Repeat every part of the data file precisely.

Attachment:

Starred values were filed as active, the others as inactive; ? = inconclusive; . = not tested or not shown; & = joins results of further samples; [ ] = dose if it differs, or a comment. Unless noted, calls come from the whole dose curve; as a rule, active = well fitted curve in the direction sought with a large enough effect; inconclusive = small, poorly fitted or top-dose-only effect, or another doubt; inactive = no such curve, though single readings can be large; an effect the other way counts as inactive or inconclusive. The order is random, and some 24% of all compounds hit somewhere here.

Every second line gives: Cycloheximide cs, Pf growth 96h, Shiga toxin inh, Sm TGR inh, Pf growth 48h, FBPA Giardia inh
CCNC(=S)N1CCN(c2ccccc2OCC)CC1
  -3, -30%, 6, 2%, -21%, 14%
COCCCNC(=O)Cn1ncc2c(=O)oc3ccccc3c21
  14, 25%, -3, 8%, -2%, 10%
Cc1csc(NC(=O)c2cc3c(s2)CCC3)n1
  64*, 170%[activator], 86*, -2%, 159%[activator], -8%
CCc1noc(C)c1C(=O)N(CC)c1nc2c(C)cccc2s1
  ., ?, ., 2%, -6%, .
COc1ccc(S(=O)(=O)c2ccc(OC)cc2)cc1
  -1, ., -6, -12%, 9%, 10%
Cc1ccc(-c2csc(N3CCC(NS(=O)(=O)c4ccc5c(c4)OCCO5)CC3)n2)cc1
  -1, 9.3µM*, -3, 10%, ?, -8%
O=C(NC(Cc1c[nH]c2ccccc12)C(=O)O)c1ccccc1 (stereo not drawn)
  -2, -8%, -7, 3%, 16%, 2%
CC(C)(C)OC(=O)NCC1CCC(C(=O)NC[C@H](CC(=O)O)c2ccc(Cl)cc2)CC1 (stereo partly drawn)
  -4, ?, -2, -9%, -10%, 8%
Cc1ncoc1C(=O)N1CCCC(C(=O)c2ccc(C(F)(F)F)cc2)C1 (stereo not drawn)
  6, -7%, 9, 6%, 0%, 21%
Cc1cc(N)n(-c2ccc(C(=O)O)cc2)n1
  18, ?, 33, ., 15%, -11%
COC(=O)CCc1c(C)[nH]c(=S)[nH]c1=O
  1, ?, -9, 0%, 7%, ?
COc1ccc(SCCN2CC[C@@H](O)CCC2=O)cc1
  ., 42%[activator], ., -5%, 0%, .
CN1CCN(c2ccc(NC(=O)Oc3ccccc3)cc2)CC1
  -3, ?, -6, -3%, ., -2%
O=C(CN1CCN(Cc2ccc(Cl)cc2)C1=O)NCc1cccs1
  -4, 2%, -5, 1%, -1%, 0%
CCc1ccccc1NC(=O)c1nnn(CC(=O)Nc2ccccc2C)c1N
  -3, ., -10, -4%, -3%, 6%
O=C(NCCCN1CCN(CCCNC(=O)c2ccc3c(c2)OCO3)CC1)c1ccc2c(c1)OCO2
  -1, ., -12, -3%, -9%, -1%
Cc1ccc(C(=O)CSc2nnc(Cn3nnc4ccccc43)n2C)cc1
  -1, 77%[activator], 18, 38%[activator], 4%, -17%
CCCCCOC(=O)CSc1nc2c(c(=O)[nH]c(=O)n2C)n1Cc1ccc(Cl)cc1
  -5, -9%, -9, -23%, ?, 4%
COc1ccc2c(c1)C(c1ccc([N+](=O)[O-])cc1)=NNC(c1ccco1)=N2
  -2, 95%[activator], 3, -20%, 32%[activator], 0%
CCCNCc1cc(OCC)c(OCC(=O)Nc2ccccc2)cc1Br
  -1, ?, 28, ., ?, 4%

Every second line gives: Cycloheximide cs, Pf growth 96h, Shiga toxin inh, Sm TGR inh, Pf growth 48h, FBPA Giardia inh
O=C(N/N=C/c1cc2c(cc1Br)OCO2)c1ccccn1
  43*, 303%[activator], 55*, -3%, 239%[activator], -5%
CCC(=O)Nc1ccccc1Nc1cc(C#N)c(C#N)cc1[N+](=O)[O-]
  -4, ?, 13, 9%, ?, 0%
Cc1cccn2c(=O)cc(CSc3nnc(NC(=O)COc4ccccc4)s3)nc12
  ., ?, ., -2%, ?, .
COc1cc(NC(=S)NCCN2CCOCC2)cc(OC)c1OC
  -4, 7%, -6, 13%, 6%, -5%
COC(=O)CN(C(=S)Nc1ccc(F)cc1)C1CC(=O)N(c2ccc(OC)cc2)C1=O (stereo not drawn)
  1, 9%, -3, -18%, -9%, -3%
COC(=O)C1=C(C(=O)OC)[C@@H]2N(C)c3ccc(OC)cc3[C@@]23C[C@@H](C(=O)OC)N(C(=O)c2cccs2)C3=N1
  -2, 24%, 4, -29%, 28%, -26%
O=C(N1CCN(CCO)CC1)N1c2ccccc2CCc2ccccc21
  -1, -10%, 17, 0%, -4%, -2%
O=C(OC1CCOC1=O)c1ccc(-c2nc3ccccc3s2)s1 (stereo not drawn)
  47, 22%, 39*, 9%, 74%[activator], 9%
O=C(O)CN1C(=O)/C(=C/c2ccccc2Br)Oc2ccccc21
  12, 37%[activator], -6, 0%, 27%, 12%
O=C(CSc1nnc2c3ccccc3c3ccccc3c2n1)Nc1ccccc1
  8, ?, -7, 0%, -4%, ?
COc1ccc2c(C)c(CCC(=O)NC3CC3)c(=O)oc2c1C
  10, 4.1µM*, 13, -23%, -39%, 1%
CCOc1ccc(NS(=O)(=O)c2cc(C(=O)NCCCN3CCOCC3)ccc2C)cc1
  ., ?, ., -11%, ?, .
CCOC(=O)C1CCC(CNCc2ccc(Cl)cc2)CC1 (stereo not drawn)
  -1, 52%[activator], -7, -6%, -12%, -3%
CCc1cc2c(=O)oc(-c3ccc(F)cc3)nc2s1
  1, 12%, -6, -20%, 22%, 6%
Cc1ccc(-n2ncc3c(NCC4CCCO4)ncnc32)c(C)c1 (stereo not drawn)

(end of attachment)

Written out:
Starred values were filed as active, the others as inactive; ? = inconclusive; . = not tested or not shown; & = joins results of further samples; [ ] = dose if it differs, or a comment. Unless noted, calls come from the whole dose curve; as a rule, active = well fitted curve in the direction sought with a large enough effect; inconclusive = small, poorly fitted or top-dose-only effect, or another doubt; inactive = no such curve, though single readings can be large; an effect the other way counts as inactive or inconclusive. The order is random, and some 24% of all compounds hit somewhere here.

Every second line gives: Cycloheximide cs, Pf growth 96h, Shiga toxin inh, Sm TGR inh, Pf growth 48h, FBPA Giardia inh
CCNC(=S)N1CCN(c2ccccc2OCC)CC1
  -3, -30%, 6, 2%, -21%, 14%
COCCCNC(=O)Cn1ncc2c(=O)oc3ccccc3c21
  14, 25%, -3, 8%, -2%, 10%
Cc1csc(NC(=O)c2cc3c(s2)CCC3)n1
  64*, 170%[activator], 86*, -2%, 159%[activator], -8%
CCc1noc(C)c1C(=O)N(CC)c1nc2c(C)cccc2s1
  ., ?, ., 2%, -6%, .
COc1ccc(S(=O)(=O)c2ccc(OC)cc2)cc1
  -1, ., -6, -12%, 9%, 10%
Cc1ccc(-c2csc(N3CCC(NS(=O)(=O)c4ccc5c(c4)OCCO5)CC3)n2)cc1
  -1, 9.3µM*, -3, 10%, ?, -8%
O=C(NC(Cc1c[nH]c2ccccc12)C(=O)O)c1ccccc1 (stereo not drawn)
  -2, -8%, -7, 3%, 16%, 2%
CC(C)(C)OC(=O)NCC1CCC(C(=O)NC[C@H](CC(=O)O)c2ccc(Cl)cc2)CC1 (stereo partly drawn)
  -4, ?, -2, -9%, -10%, 8%
Cc1ncoc1C(=O)N1CCCC(C(=O)c2ccc(C(F)(F)F)cc2)C1 (stereo not drawn)
  6, -7%, 9, 6%, 0%, 21%
Cc1cc(N)n(-c2ccc(C(=O)O)cc2)n1
  18, ?, 33, ., 15%, -11%
COC(=O)CCc1c(C)[nH]c(=S)[nH]c1=O
  1, ?, -9, 0%, 7%, ?
COc1ccc(SCCN2CC[C@@H](O)CCC2=O)cc1
  ., 42%[activator], ., -5%, 0%, .
CN1CCN(c2ccc(NC(=O)Oc3ccccc3)cc2)CC1
  -3, ?, -6, -3%, ., -2%
O=C(CN1CCN(Cc2ccc(Cl)cc2)C1=O)NCc1cccs1
  -4, 2%, -5, 1%, -1%, 0%
CCc1ccccc1NC(=O)c1nnn(CC(=O)Nc2ccccc2C)c1N
  -3, ., -10, -4%, -3%, 6%
O=C(NCCCN1CCN(CCCNC(=O)c2ccc3c(c2)OCO3)CC1)c1ccc2c(c1)OCO2
  -1, ., -12, -3%, -9%, -1%
Cc1ccc(C(=O)CSc2nnc(Cn3nnc4ccccc43)n2C)cc1
  -1, 77%[activator], 18, 38%[activator], 4%, -17%
CCCCCOC(=O)CSc1nc2c(c(=O)[nH]c(=O)n2C)n1Cc1ccc(Cl)cc1
  -5, -9%, -9, -23%, ?, 4%
COc1ccc2c(c1)C(c1ccc([N+](=O)[O-])cc1)=NNC(c1ccco1)=N2
  -2, 95%[activator], 3, -20%, 32%[activator], 0%
CCCNCc1cc(OCC)c(OCC(=O)Nc2ccccc2)cc1Br
  -1, ?, 28, ., ?, 4%

Every second line gives: Cycloheximide cs, Pf growth 96h, Shiga toxin inh, Sm TGR inh, Pf growth 48h, FBPA Giardia inh
O=C(N/N=C/c1cc2c(cc1Br)OCO2)c1ccccn1
  43*, 303%[activator], 55*, -3%, 239%[activator], -5%
CCC(=O)Nc1ccccc1Nc1cc(C#N)c(C#N)cc1[N+](=O)[O-]
  -4, ?, 13, 9%, ?, 0%
Cc1cccn2c(=O)cc(CSc3nnc(NC(=O)COc4ccccc4)s3)nc12
  ., ?, ., -2%, ?, .
COc1cc(NC(=S)NCCN2CCOCC2)cc(OC)c1OC
  -4, 7%, -6, 13%, 6%, -5%
COC(=O)CN(C(=S)Nc1ccc(F)cc1)C1CC(=O)N(c2ccc(OC)cc2)C1=O (stereo not drawn)
  1, 9%, -3, -18%, -9%, -3%
COC(=O)C1=C(C(=O)OC)[C@@H]2N(C)c3ccc(OC)cc3[C@@]23C[C@@H](C(=O)OC)N(C(=O)c2cccs2)C3=N1
  -2, 24%, 4, -29%, 28%, -26%
O=C(N1CCN(CCO)CC1)N1c2ccccc2CCc2ccccc21
  -1, -10%, 17, 0%, -4%, -2%
O=C(OC1CCOC1=O)c1ccc(-c2nc3ccccc3s2)s1 (stereo not drawn)
  47, 22%, 39*, 9%, 74%[activator], 9%
O=C(O)CN1C(=O)/C(=C/c2ccccc2Br)Oc2ccccc21
  12, 37%[activator], -6, 0%, 27%, 12%
O=C(CSc1nnc2c3ccccc3c3ccccc3c2n1)Nc1ccccc1
  8, ?, -7, 0%, -4%, ?
COc1ccc2c(C)c(CCC(=O)NC3CC3)c(=O)oc2c1C
  10, 4.1µM*, 13, -23%, -39%, 1%
CCOc1ccc(NS(=O)(=O)c2cc(C(=O)NCCCN3CCOCC3)ccc2C)cc1
  ., ?, ., -11%, ?, .
CCOC(=O)C1CCC(CNCc2ccc(Cl)cc2)CC1 (stereo not drawn)
  -1, 52%[activator], -7, -6%, -12%, -3%
CCc1cc2c(=O)oc(-c3ccc(F)cc3)nc2s1
  1, 12%, -6, -20%, 22%, 6%
Cc1ccc(-n2ncc3c(NCC4CCCO4)ncnc32)c(C)c1 (stereo not drawn)